Sandpoint-based Coldwater Creek Inc. reported a first-quarter loss of $7.6 million, or 8 cents a share, compared with a net loss of $9.2 million, or 10 cents a share, a year earlier.
The loss was the women’s clothing retailer’s sixth loss in the past seven quarters.
But the company beat analysts’ expectations, and shares of Coldwater Creek rose in trading Wednesday. Shares rose 4.6 percent to $4.13 in after-hours trading.
Analysts estimated a loss of 14 cents a share on revenue of $235 million, according to a poll by Thomson Reuters.
Revenue dropped 16 percent to $228.4 million as same-store sales slumped almost 20 percent from the same quarter of 2008.
Retail sales slid 8.6 percent while direct sales on the phone or on the Web fell 32 percent, according to the company’s quarterly filing.
As prices rise, mine company lets warning of shutdown expire
With metals prices improving, management at Troy Mine has allowed warnings of a possible shutdown to expire.
“As a company, we’re slowly getting our ducks into a row,” said John Shanahan, president and CEO of Spokane-based Revett Minerals, which owns Troy Mine. “Things are very much improved.”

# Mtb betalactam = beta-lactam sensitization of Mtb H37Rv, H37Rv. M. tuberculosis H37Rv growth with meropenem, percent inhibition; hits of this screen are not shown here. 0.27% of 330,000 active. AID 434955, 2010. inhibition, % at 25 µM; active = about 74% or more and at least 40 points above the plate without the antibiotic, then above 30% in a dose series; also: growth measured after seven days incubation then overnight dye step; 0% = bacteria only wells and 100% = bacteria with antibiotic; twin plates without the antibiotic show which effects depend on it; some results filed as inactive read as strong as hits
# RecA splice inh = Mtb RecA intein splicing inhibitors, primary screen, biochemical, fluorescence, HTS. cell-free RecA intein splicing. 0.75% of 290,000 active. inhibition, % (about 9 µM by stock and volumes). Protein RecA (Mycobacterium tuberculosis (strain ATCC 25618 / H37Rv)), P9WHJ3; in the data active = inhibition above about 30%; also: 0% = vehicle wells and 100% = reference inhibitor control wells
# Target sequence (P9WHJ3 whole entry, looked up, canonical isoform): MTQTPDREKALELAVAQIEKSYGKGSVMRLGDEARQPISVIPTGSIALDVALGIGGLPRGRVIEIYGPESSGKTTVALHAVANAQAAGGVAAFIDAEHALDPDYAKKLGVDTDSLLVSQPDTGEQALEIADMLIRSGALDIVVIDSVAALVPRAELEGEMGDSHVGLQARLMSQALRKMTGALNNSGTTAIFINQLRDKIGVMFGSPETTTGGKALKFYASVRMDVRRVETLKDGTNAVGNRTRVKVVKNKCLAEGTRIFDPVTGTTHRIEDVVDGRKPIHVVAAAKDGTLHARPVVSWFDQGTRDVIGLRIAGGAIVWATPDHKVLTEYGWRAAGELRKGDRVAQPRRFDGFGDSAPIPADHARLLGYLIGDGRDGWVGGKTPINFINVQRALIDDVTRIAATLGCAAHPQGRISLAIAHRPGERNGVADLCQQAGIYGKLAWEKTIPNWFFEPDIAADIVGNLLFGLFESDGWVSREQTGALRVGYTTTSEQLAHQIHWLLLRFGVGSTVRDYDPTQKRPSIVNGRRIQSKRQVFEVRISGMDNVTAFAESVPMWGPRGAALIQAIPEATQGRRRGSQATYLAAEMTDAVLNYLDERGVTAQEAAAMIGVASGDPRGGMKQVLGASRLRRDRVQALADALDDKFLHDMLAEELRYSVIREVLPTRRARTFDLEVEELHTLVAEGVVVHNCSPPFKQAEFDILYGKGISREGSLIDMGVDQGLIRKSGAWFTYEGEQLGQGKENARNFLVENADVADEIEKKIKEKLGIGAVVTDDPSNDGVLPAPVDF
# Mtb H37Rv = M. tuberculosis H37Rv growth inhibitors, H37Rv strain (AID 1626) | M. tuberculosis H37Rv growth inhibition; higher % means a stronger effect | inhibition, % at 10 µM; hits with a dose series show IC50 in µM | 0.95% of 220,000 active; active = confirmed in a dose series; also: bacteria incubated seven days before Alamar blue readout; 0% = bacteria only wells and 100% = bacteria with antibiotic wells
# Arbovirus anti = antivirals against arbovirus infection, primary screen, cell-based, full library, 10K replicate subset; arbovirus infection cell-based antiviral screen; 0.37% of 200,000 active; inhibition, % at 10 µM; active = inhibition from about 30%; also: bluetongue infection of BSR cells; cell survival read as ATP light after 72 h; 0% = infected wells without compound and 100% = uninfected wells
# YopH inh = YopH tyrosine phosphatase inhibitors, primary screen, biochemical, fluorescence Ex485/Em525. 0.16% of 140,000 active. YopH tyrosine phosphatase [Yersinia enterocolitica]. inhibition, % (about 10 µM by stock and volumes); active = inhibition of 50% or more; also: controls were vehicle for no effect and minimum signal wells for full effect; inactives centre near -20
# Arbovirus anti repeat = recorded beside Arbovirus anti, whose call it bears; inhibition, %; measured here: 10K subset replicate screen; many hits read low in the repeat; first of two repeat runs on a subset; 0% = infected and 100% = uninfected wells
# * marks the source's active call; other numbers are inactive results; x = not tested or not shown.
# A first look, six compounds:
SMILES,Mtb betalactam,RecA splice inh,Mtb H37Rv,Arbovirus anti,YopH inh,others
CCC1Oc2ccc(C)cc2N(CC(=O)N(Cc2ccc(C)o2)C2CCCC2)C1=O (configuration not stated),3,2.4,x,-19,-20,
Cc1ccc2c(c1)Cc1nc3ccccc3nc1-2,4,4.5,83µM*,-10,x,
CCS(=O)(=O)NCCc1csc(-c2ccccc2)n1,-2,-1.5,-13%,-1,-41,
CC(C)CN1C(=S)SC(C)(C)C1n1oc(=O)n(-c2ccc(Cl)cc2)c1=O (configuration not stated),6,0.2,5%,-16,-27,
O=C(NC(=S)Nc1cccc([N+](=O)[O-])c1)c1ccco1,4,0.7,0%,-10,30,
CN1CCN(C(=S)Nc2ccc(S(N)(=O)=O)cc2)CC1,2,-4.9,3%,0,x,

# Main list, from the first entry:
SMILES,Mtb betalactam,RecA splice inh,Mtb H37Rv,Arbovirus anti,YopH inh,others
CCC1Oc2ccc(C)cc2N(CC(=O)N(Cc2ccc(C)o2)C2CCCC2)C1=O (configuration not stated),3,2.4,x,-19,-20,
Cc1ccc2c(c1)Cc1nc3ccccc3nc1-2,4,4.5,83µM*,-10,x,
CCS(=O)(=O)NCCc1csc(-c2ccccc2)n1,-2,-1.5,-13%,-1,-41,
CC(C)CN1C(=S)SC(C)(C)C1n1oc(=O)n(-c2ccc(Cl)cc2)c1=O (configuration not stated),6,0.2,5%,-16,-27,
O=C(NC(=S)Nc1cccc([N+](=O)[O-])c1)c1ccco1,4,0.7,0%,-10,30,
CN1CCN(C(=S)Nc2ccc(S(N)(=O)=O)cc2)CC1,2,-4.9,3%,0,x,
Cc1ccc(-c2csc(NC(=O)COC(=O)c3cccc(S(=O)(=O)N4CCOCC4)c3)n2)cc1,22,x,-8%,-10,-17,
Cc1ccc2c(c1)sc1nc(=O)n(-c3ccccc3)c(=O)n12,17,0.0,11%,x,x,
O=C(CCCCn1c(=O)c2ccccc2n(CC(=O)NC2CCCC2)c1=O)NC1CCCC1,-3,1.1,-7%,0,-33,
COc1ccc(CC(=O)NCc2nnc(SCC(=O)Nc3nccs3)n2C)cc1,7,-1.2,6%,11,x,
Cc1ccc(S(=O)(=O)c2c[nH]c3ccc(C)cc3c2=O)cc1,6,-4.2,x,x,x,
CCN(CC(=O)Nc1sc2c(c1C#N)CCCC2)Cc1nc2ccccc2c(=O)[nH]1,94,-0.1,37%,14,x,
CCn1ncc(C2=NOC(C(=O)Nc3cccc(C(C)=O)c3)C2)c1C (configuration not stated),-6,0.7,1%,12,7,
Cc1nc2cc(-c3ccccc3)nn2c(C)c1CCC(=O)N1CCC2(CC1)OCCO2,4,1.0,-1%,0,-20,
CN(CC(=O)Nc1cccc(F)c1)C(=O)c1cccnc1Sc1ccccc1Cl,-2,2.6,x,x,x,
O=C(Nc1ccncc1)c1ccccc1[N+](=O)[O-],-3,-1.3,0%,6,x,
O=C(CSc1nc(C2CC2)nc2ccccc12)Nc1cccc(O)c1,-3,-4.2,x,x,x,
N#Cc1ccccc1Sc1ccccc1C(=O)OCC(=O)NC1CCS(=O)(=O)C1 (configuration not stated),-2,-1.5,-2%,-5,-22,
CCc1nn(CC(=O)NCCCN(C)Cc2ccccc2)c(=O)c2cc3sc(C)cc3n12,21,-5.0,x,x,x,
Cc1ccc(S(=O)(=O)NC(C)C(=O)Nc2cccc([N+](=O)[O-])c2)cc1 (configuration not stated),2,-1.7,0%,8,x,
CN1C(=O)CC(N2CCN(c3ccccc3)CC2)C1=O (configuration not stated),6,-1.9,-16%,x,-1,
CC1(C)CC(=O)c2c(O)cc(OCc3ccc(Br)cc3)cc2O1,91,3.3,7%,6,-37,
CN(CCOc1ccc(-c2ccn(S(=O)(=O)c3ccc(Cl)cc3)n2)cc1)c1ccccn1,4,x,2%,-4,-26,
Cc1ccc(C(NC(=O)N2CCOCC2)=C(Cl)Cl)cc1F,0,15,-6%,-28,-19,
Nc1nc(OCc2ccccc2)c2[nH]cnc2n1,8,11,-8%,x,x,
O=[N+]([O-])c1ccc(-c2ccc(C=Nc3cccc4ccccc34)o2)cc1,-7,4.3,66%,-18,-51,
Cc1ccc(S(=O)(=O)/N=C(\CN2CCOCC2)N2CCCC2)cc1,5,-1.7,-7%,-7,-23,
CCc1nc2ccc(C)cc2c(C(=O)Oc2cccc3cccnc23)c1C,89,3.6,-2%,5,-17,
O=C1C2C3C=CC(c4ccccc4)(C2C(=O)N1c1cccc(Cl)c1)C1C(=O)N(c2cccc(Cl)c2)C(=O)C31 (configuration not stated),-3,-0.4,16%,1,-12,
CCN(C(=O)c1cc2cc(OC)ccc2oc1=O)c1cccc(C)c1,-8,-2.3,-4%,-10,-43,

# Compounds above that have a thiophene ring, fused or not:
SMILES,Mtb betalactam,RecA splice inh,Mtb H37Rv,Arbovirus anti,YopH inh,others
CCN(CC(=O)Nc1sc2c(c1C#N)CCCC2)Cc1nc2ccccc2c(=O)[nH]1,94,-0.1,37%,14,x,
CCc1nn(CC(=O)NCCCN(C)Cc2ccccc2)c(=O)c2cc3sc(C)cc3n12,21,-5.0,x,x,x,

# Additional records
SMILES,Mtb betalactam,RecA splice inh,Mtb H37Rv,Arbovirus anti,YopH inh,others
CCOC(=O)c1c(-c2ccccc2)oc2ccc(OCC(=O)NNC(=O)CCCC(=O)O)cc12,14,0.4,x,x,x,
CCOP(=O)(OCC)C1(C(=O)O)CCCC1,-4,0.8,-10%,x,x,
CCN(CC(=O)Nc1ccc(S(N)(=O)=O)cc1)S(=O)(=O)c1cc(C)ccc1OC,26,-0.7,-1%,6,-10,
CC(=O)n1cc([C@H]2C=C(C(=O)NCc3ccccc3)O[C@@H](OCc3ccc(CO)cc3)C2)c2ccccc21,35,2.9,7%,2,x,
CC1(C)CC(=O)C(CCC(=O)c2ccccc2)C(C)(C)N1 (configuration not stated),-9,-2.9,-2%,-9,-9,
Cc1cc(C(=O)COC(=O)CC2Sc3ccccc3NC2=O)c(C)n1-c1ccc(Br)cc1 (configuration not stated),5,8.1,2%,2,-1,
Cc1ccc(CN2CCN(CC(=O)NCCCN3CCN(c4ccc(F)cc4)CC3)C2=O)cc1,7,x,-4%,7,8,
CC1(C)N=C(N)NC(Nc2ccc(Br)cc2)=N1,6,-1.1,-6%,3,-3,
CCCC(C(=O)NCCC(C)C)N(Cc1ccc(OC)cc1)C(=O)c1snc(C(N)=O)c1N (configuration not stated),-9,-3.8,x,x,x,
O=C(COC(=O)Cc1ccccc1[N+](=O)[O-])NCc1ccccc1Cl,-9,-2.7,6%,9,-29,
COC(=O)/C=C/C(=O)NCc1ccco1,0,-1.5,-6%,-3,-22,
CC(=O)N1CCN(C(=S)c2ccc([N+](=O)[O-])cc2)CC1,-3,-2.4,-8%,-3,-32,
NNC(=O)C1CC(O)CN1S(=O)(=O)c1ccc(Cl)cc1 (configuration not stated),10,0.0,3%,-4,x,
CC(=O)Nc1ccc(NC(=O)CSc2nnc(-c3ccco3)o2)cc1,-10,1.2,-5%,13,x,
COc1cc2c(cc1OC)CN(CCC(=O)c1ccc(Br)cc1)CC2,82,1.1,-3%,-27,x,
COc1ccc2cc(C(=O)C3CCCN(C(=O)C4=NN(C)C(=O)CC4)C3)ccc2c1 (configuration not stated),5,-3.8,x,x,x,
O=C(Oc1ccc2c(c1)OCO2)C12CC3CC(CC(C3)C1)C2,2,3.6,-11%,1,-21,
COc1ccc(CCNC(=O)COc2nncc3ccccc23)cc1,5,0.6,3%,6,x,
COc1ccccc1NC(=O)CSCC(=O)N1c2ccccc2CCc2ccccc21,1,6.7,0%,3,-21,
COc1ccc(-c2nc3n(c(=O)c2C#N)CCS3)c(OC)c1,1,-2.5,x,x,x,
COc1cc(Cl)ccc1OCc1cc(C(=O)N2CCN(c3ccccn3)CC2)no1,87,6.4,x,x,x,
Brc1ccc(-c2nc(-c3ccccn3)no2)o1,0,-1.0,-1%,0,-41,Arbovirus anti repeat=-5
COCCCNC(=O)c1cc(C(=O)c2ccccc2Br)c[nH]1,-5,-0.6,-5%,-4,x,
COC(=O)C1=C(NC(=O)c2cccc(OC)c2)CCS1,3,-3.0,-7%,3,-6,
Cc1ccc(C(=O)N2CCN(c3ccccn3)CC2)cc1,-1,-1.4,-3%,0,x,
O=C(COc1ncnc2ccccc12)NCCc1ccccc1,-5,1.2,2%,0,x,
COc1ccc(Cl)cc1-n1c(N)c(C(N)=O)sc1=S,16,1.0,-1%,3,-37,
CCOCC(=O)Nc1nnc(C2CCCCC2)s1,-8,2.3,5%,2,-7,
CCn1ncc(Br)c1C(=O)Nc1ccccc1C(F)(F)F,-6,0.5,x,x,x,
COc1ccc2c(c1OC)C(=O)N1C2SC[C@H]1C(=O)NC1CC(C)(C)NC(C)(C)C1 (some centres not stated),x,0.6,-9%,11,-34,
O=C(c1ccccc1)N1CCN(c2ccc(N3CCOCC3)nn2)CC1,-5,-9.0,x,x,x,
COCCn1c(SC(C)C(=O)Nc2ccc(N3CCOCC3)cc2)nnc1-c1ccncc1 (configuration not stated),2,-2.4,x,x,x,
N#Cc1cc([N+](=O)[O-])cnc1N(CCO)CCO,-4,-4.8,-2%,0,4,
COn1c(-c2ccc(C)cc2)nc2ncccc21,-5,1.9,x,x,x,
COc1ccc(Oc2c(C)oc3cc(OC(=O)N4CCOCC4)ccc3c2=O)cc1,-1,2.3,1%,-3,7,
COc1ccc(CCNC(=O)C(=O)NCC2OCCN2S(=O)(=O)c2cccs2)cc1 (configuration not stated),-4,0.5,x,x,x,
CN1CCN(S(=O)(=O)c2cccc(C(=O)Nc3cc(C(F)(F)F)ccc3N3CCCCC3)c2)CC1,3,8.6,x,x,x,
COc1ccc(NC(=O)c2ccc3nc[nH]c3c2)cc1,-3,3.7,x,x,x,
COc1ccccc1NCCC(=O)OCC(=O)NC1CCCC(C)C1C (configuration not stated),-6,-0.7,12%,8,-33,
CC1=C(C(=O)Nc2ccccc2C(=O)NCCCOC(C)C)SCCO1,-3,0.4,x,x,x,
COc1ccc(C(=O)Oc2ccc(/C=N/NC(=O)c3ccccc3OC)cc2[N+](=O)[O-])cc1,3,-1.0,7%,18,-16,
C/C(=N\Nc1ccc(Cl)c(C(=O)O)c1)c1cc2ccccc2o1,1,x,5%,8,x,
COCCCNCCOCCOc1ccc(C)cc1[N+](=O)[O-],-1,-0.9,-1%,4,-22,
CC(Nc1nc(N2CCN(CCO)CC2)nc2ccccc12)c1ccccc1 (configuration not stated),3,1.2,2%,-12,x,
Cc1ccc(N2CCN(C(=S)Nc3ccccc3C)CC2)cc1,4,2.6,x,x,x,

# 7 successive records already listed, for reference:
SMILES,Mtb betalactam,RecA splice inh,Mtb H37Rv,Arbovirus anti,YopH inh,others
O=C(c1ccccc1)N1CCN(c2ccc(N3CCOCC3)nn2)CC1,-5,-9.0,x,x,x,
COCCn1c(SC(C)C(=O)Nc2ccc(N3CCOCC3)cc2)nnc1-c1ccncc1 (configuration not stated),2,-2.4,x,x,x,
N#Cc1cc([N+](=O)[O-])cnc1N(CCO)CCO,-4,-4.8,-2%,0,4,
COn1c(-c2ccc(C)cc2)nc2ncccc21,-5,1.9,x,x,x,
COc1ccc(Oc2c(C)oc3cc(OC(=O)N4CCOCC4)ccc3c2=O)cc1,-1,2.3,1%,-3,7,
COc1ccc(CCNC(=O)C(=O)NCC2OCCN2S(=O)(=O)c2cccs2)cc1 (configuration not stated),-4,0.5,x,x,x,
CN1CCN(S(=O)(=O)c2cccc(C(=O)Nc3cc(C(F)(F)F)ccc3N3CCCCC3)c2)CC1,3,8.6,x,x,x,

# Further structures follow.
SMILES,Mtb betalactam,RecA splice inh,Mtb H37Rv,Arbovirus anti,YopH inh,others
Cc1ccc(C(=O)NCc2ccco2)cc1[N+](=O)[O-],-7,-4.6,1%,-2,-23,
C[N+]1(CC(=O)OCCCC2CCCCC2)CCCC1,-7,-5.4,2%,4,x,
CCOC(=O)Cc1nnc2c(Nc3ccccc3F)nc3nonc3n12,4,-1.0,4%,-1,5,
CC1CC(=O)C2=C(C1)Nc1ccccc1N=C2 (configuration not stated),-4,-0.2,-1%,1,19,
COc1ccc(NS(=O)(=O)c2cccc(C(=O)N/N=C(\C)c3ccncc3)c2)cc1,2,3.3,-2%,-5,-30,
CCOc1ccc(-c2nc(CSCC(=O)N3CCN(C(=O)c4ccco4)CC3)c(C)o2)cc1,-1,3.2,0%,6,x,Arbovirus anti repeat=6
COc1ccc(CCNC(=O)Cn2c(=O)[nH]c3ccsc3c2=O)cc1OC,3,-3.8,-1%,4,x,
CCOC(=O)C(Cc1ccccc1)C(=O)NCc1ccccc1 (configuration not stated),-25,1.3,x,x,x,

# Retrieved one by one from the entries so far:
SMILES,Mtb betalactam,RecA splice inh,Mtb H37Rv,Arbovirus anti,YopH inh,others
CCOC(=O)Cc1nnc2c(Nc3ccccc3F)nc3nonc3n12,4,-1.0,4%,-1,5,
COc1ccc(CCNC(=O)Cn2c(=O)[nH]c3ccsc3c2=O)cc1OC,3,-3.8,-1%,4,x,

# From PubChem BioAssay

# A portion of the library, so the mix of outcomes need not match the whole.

Last winter, company officials informed 185 workers at the silver and copper mine in northwestern Montana that it could close by mid-February because of low metals prices, rising costs and debt.
But miners took a 10 percent pay cut, management took a 20 percent cut and Revett cut spending at Troy, restructured debt and increased ore production.
In early March, Shanahan said the mine would remain open on a month-to-month basis. In April, he said “it’s really more like quarter by quarter.”
The original 60-day notice of possible closure was allowed to expire May 14. “We’re planning operations out to the end of the year now,” Shanahan said. “Frankly, we’re planning out into next year.”
Soft white wheat price approaches $6 a bushel
The price for soft white wheat is nearly $6 a bushel at Portland after months in the $4 to $5 range.
Pacific Northwest Farmers Co-op CEO Sam White told the Moscow-Pullman Daily News that many Palouse growers have already sold most of their recent harvest and only 10 percent to 15 percent of the crop remains.
Many growers had held off selling throughout the winter in the hope the per-bushel price would rise and offset increased production costs for fuel and fertilizer. Most growers finally reached a point where they felt they needed to sell, White said.
Staff and wire reports
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